By MARK HUNTER
Daily News Sports Reporter
Chase Schaber had no idea he was bleeding, and he certainly had no idea his WHL career was over.
Schaber, the Kamloops Blazers’ captain for the past two seasons, won’t be with the team when it opens the second round of the WHL playoffs later this week. The Blazers will head to Portland late Wednesday to open a best-of-seven series with the Winterhawks on Friday night, with Game 2 scheduled for Saturday.
Schaber’s junior career is over after the back of his left leg was cut during Game 3 of the Blazers’ opening-round series sweep over the Victoria Royals.
The injury happened during an innocuous play in the first period of the March 27 game, when Schaber and Victoria’s Zane Jones bumped near the boards. One of Jones’s skates happened to flip up and catch Schaber right behind his left knee.
Doctors performed exploratory surgery at Royal Inland Hospital in Kamloops on Thursday, and determined that there was damage to the hamstring and a tendon.
“I didn’t know I was cut — it felt like someone punched me in the back of the leg,” Schaber said Monday. “Then it got warm and tingly, and I was like, ‘What the hell?’ ”
Schaber returned to the Blazers’ bench, where trainer Colin (Toledo) Robinson was waiting.
“Toledo asked, ‘What’s wrong?’ ” Schaber said. “I’m standing there, and blood starts to spill out of my hockey sock.”
Training staff at Victoria’s Save-On-Foods Memorial Centre contained the bleeding, and Schaber was taken to hospital. He flew back to Kamloops prior to Wednesday’s 4-1 victory in Game 4.
The cut itself wasn’t particularly long, measuring about two inches, according to Schaber, but it was deep, and it did some damage.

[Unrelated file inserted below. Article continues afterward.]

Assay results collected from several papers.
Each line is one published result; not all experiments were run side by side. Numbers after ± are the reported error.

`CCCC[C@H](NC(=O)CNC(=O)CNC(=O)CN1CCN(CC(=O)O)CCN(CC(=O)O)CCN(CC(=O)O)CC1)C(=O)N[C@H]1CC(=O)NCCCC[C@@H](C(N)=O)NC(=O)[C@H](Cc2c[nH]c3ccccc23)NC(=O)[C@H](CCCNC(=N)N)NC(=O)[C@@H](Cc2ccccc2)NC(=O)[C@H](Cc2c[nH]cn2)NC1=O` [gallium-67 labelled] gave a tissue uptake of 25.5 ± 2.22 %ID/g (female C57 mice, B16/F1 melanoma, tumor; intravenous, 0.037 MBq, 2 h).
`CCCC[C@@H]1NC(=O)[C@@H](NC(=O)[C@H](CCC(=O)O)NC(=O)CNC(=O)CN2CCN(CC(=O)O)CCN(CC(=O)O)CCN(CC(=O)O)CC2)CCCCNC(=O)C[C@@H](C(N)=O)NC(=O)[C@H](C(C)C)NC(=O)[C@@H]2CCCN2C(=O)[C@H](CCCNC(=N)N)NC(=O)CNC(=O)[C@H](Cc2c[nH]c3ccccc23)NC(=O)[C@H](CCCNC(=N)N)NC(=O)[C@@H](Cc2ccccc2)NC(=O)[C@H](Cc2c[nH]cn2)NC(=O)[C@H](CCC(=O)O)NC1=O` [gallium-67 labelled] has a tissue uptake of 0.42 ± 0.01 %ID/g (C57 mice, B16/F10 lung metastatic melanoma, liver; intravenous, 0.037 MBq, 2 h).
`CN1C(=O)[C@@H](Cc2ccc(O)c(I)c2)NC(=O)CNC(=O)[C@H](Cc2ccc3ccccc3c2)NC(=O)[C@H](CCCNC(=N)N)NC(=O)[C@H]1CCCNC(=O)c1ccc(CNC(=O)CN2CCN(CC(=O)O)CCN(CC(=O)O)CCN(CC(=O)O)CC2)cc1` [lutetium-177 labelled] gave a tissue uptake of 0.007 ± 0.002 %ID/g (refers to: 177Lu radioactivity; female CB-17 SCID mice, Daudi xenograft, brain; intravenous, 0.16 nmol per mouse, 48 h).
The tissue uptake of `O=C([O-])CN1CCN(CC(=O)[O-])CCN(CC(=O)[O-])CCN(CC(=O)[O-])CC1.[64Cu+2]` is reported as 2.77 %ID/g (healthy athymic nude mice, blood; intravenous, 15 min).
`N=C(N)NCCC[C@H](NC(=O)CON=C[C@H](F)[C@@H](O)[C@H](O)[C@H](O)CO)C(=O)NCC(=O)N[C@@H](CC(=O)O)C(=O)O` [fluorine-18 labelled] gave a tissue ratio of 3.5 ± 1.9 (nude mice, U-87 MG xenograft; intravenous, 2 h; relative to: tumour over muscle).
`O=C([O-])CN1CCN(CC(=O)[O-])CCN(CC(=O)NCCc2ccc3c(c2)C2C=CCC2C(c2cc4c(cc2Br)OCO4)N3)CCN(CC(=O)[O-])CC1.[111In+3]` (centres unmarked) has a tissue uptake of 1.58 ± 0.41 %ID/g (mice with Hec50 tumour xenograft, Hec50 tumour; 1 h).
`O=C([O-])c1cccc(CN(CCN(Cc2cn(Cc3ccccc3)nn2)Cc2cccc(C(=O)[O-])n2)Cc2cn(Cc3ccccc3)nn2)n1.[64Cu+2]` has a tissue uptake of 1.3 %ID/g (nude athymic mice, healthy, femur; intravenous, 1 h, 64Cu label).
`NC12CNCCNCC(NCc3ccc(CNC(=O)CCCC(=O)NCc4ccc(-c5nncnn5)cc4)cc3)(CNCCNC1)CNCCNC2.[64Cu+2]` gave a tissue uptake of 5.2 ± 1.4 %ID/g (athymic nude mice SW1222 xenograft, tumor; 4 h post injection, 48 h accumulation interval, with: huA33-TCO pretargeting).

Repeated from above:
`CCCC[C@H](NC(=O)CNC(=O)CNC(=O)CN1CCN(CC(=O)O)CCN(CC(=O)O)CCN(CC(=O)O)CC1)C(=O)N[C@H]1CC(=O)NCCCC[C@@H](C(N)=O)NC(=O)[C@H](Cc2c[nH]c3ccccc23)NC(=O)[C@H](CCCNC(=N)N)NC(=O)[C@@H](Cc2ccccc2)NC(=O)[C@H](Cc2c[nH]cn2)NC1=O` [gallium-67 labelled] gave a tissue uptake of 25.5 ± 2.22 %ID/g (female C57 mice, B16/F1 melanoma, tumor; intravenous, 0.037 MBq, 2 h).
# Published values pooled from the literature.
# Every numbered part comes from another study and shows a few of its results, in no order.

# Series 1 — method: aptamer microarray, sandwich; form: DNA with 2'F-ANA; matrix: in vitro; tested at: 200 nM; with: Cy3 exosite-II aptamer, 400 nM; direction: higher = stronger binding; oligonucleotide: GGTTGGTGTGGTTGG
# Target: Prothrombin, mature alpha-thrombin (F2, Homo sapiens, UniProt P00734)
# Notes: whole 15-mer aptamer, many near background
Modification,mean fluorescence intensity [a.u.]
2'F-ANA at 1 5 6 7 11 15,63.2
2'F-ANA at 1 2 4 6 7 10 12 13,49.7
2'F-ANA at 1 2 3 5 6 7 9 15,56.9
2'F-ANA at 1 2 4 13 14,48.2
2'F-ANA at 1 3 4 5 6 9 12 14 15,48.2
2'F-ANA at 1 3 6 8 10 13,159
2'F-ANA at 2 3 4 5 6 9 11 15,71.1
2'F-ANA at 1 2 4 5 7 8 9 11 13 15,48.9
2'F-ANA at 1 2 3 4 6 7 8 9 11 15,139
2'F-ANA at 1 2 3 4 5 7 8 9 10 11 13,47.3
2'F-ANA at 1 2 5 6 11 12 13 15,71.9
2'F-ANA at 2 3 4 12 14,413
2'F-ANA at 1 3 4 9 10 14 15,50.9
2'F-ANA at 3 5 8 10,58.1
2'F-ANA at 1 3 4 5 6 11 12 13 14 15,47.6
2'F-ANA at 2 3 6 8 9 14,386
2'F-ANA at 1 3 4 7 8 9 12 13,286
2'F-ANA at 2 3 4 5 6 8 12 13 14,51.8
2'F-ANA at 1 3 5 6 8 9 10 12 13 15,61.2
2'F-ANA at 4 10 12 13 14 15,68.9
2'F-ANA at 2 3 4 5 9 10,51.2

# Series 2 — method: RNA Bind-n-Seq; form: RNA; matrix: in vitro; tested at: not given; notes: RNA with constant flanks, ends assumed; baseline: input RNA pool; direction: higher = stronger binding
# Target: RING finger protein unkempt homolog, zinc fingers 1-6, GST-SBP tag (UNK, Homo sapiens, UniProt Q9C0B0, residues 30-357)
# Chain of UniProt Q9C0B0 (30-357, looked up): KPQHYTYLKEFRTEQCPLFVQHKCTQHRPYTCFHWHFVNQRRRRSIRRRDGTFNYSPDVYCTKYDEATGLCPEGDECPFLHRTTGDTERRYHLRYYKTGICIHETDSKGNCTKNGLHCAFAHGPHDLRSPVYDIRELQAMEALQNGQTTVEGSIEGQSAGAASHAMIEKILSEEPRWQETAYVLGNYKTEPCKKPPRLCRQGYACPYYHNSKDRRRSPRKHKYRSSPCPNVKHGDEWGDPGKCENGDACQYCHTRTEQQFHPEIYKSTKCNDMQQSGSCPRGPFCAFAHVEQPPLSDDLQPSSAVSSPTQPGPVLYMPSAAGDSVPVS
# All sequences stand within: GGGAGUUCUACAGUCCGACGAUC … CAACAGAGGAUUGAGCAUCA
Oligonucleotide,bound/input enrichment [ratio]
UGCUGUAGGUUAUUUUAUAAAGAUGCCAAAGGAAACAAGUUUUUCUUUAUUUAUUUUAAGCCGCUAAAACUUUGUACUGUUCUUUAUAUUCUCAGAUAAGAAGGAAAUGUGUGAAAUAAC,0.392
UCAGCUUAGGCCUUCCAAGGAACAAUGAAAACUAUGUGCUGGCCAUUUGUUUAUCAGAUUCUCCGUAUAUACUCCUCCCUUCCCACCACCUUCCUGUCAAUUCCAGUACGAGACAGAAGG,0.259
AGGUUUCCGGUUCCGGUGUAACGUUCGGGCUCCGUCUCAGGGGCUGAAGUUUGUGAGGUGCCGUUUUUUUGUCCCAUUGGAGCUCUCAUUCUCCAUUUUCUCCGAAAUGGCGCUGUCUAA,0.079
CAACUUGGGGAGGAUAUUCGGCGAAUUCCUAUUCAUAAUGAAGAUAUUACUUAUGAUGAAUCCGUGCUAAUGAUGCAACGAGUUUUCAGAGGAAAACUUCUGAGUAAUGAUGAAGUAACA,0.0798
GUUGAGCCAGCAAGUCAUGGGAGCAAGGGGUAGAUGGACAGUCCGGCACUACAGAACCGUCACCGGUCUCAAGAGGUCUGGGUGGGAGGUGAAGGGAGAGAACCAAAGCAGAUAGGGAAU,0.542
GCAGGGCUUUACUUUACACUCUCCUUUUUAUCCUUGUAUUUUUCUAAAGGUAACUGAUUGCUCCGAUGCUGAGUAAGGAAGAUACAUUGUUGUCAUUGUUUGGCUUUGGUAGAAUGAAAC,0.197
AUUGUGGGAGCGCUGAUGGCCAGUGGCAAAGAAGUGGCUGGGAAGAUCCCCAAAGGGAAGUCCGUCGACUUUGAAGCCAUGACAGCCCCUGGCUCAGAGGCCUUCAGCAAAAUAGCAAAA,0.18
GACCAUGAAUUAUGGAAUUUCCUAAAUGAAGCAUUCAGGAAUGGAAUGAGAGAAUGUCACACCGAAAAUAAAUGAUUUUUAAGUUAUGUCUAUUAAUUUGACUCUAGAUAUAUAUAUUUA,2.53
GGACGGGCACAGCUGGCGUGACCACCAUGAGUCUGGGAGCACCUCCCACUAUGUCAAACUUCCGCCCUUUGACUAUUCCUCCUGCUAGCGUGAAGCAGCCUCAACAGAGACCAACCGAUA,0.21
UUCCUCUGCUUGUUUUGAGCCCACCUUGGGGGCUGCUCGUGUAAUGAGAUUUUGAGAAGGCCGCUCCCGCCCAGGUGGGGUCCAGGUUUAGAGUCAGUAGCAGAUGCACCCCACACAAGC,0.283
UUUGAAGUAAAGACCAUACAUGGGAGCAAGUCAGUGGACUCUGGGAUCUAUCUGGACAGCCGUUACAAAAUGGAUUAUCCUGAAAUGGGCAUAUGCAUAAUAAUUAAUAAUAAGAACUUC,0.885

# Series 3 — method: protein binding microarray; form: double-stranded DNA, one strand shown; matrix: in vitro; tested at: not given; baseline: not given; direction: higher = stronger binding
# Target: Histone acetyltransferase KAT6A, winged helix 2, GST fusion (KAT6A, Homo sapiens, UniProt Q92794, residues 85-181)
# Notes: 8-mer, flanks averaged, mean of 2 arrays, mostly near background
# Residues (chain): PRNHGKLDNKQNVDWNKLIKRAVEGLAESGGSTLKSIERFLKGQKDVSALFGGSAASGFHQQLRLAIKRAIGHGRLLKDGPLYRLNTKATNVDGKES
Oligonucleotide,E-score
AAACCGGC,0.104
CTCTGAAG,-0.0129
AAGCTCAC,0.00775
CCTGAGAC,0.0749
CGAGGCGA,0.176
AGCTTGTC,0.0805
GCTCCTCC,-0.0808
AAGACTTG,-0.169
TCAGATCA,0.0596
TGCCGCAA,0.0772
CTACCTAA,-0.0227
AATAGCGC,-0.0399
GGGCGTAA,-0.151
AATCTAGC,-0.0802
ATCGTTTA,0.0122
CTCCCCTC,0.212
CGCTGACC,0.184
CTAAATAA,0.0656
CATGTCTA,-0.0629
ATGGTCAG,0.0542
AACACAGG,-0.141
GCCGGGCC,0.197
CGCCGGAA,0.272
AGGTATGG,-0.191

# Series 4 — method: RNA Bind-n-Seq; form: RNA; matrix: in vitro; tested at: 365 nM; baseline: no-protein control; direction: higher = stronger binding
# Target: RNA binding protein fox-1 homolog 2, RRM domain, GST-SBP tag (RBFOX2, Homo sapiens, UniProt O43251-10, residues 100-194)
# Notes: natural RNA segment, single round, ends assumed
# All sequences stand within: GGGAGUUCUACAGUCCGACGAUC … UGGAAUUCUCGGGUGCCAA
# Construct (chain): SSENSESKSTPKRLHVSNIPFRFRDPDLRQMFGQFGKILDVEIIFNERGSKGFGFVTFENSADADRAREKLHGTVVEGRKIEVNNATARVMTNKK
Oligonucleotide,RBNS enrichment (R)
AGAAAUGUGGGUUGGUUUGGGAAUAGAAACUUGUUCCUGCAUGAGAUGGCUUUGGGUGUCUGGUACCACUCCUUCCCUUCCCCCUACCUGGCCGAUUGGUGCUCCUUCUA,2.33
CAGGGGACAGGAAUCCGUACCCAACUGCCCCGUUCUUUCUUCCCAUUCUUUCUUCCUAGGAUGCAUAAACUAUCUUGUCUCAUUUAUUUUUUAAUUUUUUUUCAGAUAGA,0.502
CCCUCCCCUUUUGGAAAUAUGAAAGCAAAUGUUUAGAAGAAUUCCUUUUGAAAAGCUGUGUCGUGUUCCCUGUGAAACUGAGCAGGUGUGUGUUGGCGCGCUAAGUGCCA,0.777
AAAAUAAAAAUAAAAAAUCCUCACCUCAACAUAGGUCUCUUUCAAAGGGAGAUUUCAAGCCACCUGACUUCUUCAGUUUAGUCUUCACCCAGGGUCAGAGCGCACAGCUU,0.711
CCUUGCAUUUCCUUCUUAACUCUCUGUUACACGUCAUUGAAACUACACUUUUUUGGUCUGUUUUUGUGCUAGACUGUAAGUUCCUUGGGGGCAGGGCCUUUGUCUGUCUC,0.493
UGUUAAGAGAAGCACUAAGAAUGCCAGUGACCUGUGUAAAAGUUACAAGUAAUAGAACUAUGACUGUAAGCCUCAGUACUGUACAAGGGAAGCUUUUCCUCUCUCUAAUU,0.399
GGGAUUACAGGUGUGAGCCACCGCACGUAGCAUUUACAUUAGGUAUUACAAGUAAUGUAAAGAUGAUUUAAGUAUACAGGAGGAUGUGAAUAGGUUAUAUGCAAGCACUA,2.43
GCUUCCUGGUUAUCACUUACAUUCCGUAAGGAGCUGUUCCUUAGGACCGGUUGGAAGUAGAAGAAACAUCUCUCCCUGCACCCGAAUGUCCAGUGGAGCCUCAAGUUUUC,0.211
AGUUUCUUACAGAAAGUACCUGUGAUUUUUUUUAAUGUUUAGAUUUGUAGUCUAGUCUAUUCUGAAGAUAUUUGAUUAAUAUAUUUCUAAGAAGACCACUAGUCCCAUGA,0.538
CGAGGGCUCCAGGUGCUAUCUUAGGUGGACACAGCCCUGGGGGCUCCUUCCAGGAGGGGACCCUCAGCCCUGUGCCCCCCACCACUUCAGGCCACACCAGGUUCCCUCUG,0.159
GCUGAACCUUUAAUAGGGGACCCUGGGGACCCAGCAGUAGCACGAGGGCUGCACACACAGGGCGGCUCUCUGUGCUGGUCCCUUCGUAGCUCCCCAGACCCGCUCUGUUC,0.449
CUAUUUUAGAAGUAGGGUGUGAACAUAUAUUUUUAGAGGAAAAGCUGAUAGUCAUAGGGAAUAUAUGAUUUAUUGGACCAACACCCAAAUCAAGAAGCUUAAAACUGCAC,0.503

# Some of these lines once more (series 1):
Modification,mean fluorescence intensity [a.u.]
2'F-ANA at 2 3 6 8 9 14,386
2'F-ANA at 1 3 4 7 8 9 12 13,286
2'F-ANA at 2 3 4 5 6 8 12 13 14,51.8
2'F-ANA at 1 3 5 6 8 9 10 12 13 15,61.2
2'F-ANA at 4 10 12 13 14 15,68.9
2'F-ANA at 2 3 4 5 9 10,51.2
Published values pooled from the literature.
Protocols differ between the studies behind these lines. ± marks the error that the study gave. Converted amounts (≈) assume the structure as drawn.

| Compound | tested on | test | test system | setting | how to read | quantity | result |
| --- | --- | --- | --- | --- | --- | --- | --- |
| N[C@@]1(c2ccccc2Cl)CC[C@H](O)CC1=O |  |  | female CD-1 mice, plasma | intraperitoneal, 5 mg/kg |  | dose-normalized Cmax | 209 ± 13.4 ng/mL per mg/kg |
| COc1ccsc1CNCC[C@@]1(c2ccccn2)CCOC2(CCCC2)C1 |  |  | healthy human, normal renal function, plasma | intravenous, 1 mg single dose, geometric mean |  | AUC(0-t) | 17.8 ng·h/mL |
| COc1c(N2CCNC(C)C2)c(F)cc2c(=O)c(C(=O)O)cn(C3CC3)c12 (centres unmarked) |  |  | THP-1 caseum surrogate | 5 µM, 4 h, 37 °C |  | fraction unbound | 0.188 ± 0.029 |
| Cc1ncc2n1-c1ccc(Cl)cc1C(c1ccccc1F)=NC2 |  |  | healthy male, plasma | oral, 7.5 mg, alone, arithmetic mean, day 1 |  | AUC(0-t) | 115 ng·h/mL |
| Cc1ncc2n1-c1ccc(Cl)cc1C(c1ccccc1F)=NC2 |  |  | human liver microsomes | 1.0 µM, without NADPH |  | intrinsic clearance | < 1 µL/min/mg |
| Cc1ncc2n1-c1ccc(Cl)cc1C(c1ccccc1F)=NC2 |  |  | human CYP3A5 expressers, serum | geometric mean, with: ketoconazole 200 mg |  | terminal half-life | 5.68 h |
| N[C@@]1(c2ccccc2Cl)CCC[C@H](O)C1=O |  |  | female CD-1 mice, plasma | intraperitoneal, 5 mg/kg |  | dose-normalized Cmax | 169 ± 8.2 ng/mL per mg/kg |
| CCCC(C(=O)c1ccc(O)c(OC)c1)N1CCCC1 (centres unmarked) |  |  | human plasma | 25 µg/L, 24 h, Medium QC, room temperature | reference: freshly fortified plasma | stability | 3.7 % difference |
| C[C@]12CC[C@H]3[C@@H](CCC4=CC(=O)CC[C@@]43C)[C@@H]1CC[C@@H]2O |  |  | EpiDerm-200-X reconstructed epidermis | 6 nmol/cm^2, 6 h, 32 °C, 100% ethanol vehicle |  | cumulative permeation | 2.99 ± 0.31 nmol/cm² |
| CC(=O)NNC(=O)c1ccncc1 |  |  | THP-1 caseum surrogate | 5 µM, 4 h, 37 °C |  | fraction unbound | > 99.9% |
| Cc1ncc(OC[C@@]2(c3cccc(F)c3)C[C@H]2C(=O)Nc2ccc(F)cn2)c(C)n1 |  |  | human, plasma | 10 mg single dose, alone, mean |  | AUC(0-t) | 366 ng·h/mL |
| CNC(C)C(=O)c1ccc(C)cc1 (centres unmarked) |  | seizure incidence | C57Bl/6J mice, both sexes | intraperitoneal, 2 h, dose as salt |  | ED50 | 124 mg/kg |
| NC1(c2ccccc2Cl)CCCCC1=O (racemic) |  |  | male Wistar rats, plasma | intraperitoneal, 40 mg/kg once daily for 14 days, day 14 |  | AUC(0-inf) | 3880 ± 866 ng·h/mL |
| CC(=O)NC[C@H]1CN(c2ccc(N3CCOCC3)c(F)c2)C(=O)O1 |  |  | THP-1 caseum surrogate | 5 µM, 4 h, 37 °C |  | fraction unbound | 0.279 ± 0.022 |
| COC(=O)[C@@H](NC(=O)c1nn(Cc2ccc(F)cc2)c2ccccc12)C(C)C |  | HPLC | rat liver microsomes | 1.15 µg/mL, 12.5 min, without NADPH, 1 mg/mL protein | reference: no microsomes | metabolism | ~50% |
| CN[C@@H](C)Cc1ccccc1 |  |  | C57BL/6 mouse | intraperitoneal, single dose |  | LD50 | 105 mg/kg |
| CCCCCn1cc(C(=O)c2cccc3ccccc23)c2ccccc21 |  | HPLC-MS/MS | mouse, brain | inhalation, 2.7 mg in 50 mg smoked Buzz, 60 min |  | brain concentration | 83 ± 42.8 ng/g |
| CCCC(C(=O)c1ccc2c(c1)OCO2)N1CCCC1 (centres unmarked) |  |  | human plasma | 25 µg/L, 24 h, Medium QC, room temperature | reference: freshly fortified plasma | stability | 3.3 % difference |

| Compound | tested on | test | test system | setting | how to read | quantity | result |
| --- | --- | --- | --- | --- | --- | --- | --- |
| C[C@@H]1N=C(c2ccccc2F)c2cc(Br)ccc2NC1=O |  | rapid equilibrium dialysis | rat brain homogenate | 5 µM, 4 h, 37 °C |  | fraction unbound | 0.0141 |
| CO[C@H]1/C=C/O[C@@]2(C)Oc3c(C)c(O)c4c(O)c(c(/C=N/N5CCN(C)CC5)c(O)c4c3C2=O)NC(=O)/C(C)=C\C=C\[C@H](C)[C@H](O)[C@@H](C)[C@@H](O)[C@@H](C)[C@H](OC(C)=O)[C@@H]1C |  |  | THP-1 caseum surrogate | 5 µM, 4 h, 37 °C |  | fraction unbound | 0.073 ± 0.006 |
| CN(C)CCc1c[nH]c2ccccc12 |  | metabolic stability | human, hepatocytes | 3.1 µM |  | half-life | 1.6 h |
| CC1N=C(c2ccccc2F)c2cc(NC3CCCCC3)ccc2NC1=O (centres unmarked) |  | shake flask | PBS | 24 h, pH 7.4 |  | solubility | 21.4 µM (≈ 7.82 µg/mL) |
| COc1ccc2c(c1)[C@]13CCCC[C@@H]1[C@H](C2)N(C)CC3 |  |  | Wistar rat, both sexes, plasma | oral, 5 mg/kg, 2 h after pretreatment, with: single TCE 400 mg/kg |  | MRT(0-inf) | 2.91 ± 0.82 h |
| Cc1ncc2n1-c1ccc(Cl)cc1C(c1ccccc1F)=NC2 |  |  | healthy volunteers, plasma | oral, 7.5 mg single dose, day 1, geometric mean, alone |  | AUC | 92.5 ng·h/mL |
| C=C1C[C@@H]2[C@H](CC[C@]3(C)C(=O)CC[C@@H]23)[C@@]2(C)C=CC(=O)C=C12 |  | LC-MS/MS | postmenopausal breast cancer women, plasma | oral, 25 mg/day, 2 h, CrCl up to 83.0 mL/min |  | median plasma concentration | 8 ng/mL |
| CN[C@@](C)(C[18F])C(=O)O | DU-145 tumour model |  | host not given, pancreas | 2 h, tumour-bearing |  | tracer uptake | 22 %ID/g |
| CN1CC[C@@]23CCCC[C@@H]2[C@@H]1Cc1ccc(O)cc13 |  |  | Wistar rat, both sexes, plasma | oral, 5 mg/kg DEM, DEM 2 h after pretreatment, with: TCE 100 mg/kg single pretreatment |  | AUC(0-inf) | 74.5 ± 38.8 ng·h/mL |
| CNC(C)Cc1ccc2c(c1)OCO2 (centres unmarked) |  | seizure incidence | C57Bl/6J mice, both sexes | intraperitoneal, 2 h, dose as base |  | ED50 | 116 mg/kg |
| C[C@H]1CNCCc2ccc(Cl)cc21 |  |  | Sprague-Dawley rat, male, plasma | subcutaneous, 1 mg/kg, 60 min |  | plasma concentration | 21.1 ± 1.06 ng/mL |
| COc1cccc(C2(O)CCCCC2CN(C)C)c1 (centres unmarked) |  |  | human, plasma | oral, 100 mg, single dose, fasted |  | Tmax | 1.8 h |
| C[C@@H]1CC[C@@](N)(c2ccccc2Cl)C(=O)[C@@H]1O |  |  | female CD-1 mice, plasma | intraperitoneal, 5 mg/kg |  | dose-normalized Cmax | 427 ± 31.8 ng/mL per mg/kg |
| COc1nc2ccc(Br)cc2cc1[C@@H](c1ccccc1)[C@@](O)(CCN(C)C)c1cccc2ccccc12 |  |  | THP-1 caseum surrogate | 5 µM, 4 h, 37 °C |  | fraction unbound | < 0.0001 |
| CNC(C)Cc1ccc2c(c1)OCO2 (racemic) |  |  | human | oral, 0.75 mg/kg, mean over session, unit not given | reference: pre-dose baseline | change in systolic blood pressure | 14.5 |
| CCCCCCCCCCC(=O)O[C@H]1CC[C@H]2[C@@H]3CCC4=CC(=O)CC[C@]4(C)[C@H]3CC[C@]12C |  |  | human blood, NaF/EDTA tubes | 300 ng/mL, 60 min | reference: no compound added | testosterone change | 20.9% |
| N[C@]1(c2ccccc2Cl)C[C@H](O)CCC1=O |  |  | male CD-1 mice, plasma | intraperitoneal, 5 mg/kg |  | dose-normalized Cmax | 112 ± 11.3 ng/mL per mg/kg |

Schaber isn’t sure as to how many stitches he has in the back of the knee — “the doctor lost count . . . it took an hour to sew me back up” — but he knows it’s going to take a long time for him to get back on his feet.
Since the surgery, Schaber has been stapled to a couch, his left leg in a brace. The only time he gets up is to use the washroom.
He figures he’ll be off his feet for at least three weeks, and will be in the brace for at least three weeks following that. After those six weeks, he should be able to start to walk again, and hopes to start physiotherapy in three months.
It sounds awful, but Schaber is glad there’s even an opportunity for recovery.
“I was a little upset when I learned, but I’m also happy and thankful nothing worse came out of it,” said Schaber, a 21-year-old Red Deer native. “It was a couple of millimetres from nicking an artery, so it could have been much worse.”
The loss is a huge blow to the Blazers, on and off the ice.
Schaber spent much of the past two seasons centring the team’s top line — in 2010-11, he was between Brendan Ranford and Jordan DePape on a productive line, and skated alongside Ranford and a variety of other wingers this season while DePape missed nearly five months with a shoulder injury.
And although Schaber missed 11 games due to injury, he had 52 points, including 23 goals, and 71 penalty minutes in 61 games. He started the playoffs on a line with Dylan Willick and Matt Needham, and had two goals and two assists in the first two games of the Blazers’ series against Victoria.
He’s also defensively responsible, and an emotional leader. That last part is where Schaber’s injury might hurt the Blazers most.
He misses being at practice with his teammates, but they’re never too far away.
“They come over every day, a good pack of them anyway,” he said. “They’re always texting . . . and most of them came and visited me in the hospital.
“This is the best group of guys I’ve ever played with.”
The Blazers announced Monday that they have added 15-year-old defenceman Jordan Thomson and 16-year-old forward Brayden Gelsinger for the remainder of the playoffs.
Thomson, the Blazers’ first selection (fourth overall) in the 2011 WHL bantam draft, had 29 points, including 23 assists, in 35 games with the midget AAA Southwest Cougars of Souris, Man. The Cougars’ season ended Sunday with a 5-1 loss to the Saskatoon Contacts in the final of a Telus Cup West Regional qualifier.
Gelsinger spent the season with the midget AAA Tisdale, Sask., Trojans. The list player had 22 goals and 20 assists in 41 games.
The Blazers are to leave late Wednesday night for Portland, where the first two games will be played at Veterans Memorial Coliseum, which has the ability to hold 10,407 people.
If Game 5 is needed, it will be played April 14 at the Rose Garden, which the NBA’s Trail Blazers call home. The Rose Garden can hold as many as 17,544 people for hockey events. Game 7 would be back at Memorial Coliseum.
Games 3 and 4 — are scheduled for April 10 and 11 at Interior Savings Centre.